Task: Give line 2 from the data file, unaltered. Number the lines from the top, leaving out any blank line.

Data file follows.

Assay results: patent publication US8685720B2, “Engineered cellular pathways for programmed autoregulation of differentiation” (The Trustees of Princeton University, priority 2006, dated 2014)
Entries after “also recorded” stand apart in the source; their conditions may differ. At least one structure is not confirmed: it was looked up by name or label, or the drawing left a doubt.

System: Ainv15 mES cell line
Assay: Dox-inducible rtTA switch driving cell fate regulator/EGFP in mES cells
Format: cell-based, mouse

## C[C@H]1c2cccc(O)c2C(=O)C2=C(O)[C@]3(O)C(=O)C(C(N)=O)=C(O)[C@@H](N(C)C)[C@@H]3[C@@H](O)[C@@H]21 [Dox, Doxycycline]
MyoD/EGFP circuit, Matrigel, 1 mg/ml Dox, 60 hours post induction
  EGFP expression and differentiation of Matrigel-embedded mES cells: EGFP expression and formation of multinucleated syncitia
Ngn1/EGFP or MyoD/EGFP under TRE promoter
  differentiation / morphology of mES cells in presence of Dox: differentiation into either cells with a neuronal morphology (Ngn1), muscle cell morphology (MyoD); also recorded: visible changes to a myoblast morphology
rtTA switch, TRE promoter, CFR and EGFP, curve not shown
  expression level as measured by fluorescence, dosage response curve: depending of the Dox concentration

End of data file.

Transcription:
Entries after “also recorded” stand apart in the source; their conditions may differ. At least one structure is not confirmed: it was looked up by name or label, or the drawing left a doubt.